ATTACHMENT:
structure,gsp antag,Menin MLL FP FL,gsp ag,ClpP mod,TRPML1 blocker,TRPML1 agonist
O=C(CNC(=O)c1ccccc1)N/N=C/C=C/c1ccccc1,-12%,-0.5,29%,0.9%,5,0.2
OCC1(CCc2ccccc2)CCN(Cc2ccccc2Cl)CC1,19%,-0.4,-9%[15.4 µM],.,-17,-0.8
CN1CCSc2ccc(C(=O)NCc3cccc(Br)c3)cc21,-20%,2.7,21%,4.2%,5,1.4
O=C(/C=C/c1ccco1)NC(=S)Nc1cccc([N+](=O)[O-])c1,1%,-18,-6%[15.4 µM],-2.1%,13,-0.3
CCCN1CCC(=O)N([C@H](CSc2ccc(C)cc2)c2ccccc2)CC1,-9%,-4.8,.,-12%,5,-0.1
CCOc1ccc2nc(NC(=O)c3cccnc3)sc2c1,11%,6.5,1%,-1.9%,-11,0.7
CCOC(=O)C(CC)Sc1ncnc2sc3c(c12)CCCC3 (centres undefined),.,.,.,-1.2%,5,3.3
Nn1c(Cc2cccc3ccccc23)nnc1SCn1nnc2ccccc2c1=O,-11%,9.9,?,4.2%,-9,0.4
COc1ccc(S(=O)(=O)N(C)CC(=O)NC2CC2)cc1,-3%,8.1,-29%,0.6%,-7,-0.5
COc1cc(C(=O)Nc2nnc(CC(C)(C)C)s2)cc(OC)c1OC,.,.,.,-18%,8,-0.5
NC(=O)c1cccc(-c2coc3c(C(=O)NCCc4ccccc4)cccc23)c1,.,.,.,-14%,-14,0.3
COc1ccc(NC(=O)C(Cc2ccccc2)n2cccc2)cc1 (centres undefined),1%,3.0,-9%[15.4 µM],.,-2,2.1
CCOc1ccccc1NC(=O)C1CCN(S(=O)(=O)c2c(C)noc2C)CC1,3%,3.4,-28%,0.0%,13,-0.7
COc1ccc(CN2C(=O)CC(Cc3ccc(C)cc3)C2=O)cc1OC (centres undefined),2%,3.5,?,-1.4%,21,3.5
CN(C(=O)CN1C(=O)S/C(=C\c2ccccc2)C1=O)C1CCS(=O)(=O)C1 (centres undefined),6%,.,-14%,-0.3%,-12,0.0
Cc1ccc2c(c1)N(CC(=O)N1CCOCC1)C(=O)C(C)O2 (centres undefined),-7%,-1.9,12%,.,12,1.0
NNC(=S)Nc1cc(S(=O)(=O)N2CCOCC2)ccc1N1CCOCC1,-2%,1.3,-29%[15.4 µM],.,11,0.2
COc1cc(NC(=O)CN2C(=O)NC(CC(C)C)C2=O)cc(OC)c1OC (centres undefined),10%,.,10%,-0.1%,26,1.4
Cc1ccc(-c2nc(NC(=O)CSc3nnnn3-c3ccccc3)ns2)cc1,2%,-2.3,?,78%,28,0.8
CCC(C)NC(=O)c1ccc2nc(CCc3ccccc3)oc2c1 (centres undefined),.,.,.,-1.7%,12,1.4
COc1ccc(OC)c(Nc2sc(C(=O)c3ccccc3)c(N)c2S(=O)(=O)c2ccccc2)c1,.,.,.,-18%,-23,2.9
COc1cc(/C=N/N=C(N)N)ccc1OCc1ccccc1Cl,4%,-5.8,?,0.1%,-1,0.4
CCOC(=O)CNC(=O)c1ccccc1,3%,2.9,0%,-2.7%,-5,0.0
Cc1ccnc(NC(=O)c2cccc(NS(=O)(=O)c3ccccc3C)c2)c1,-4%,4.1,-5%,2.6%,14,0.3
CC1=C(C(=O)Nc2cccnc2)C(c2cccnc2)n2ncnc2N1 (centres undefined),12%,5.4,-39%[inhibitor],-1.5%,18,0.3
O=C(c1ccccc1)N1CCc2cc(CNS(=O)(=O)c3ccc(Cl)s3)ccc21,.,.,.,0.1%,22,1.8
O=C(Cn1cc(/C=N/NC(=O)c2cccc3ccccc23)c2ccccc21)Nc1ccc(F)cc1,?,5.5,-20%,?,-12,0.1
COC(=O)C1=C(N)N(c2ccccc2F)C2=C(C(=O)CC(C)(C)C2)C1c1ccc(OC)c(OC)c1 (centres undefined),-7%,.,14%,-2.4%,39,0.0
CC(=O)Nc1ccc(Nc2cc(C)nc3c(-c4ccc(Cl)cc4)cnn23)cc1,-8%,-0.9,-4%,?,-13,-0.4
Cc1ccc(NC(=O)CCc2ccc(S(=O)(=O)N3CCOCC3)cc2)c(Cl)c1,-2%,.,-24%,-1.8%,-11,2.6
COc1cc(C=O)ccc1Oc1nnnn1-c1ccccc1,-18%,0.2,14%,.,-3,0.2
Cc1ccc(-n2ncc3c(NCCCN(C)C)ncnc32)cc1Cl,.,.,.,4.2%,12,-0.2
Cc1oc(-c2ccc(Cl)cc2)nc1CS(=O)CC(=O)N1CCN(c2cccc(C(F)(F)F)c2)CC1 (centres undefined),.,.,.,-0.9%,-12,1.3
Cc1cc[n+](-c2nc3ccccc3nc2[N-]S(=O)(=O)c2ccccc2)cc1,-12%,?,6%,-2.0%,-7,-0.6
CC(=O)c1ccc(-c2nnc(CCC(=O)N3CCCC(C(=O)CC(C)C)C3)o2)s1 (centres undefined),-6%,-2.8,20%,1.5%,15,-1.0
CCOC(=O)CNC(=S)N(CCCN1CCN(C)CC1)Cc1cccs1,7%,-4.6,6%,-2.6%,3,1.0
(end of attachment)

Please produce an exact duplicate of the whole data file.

structure,gsp antag,Menin MLL FP FL,gsp ag,ClpP mod,TRPML1 blocker,TRPML1 agonist
O=C(CNC(=O)c1ccccc1)N/N=C/C=C/c1ccccc1,-12%,-0.5,29%,0.9%,5,0.2
OCC1(CCc2ccccc2)CCN(Cc2ccccc2Cl)CC1,19%,-0.4,-9%[15.4 µM],.,-17,-0.8
CN1CCSc2ccc(C(=O)NCc3cccc(Br)c3)cc21,-20%,2.7,21%,4.2%,5,1.4
O=C(/C=C/c1ccco1)NC(=S)Nc1cccc([N+](=O)[O-])c1,1%,-18,-6%[15.4 µM],-2.1%,13,-0.3
CCCN1CCC(=O)N([C@H](CSc2ccc(C)cc2)c2ccccc2)CC1,-9%,-4.8,.,-12%,5,-0.1
CCOc1ccc2nc(NC(=O)c3cccnc3)sc2c1,11%,6.5,1%,-1.9%,-11,0.7
CCOC(=O)C(CC)Sc1ncnc2sc3c(c12)CCCC3 (centres undefined),.,.,.,-1.2%,5,3.3
Nn1c(Cc2cccc3ccccc23)nnc1SCn1nnc2ccccc2c1=O,-11%,9.9,?,4.2%,-9,0.4
COc1ccc(S(=O)(=O)N(C)CC(=O)NC2CC2)cc1,-3%,8.1,-29%,0.6%,-7,-0.5
COc1cc(C(=O)Nc2nnc(CC(C)(C)C)s2)cc(OC)c1OC,.,.,.,-18%,8,-0.5
NC(=O)c1cccc(-c2coc3c(C(=O)NCCc4ccccc4)cccc23)c1,.,.,.,-14%,-14,0.3
COc1ccc(NC(=O)C(Cc2ccccc2)n2cccc2)cc1 (centres undefined),1%,3.0,-9%[15.4 µM],.,-2,2.1
CCOc1ccccc1NC(=O)C1CCN(S(=O)(=O)c2c(C)noc2C)CC1,3%,3.4,-28%,0.0%,13,-0.7
COc1ccc(CN2C(=O)CC(Cc3ccc(C)cc3)C2=O)cc1OC (centres undefined),2%,3.5,?,-1.4%,21,3.5
CN(C(=O)CN1C(=O)S/C(=C\c2ccccc2)C1=O)C1CCS(=O)(=O)C1 (centres undefined),6%,.,-14%,-0.3%,-12,0.0
Cc1ccc2c(c1)N(CC(=O)N1CCOCC1)C(=O)C(C)O2 (centres undefined),-7%,-1.9,12%,.,12,1.0
NNC(=S)Nc1cc(S(=O)(=O)N2CCOCC2)ccc1N1CCOCC1,-2%,1.3,-29%[15.4 µM],.,11,0.2
COc1cc(NC(=O)CN2C(=O)NC(CC(C)C)C2=O)cc(OC)c1OC (centres undefined),10%,.,10%,-0.1%,26,1.4
Cc1ccc(-c2nc(NC(=O)CSc3nnnn3-c3ccccc3)ns2)cc1,2%,-2.3,?,78%,28,0.8
CCC(C)NC(=O)c1ccc2nc(CCc3ccccc3)oc2c1 (centres undefined),.,.,.,-1.7%,12,1.4
COc1ccc(OC)c(Nc2sc(C(=O)c3ccccc3)c(N)c2S(=O)(=O)c2ccccc2)c1,.,.,.,-18%,-23,2.9
COc1cc(/C=N/N=C(N)N)ccc1OCc1ccccc1Cl,4%,-5.8,?,0.1%,-1,0.4
CCOC(=O)CNC(=O)c1ccccc1,3%,2.9,0%,-2.7%,-5,0.0
Cc1ccnc(NC(=O)c2cccc(NS(=O)(=O)c3ccccc3C)c2)c1,-4%,4.1,-5%,2.6%,14,0.3
CC1=C(C(=O)Nc2cccnc2)C(c2cccnc2)n2ncnc2N1 (centres undefined),12%,5.4,-39%[inhibitor],-1.5%,18,0.3
O=C(c1ccccc1)N1CCc2cc(CNS(=O)(=O)c3ccc(Cl)s3)ccc21,.,.,.,0.1%,22,1.8
O=C(Cn1cc(/C=N/NC(=O)c2cccc3ccccc23)c2ccccc21)Nc1ccc(F)cc1,?,5.5,-20%,?,-12,0.1
COC(=O)C1=C(N)N(c2ccccc2F)C2=C(C(=O)CC(C)(C)C2)C1c1ccc(OC)c(OC)c1 (centres undefined),-7%,.,14%,-2.4%,39,0.0
CC(=O)Nc1ccc(Nc2cc(C)nc3c(-c4ccc(Cl)cc4)cnn23)cc1,-8%,-0.9,-4%,?,-13,-0.4
Cc1ccc(NC(=O)CCc2ccc(S(=O)(=O)N3CCOCC3)cc2)c(Cl)c1,-2%,.,-24%,-1.8%,-11,2.6
COc1cc(C=O)ccc1Oc1nnnn1-c1ccccc1,-18%,0.2,14%,.,-3,0.2
Cc1ccc(-n2ncc3c(NCCCN(C)C)ncnc32)cc1Cl,.,.,.,4.2%,12,-0.2
Cc1oc(-c2ccc(Cl)cc2)nc1CS(=O)CC(=O)N1CCN(c2cccc(C(F)(F)F)c2)CC1 (centres undefined),.,.,.,-0.9%,-12,1.3
Cc1cc[n+](-c2nc3ccccc3nc2[N-]S(=O)(=O)c2ccccc2)cc1,-12%,?,6%,-2.0%,-7,-0.6
CC(=O)c1ccc(-c2nnc(CCC(=O)N3CCCC(C(=O)CC(C)C)C3)o2)s1 (centres undefined),-6%,-2.8,20%,1.5%,15,-1.0
CCOC(=O)CNC(=S)N(CCCN1CCN(C)CC1)Cc1cccs1,7%,-4.6,6%,-2.6%,3,1.0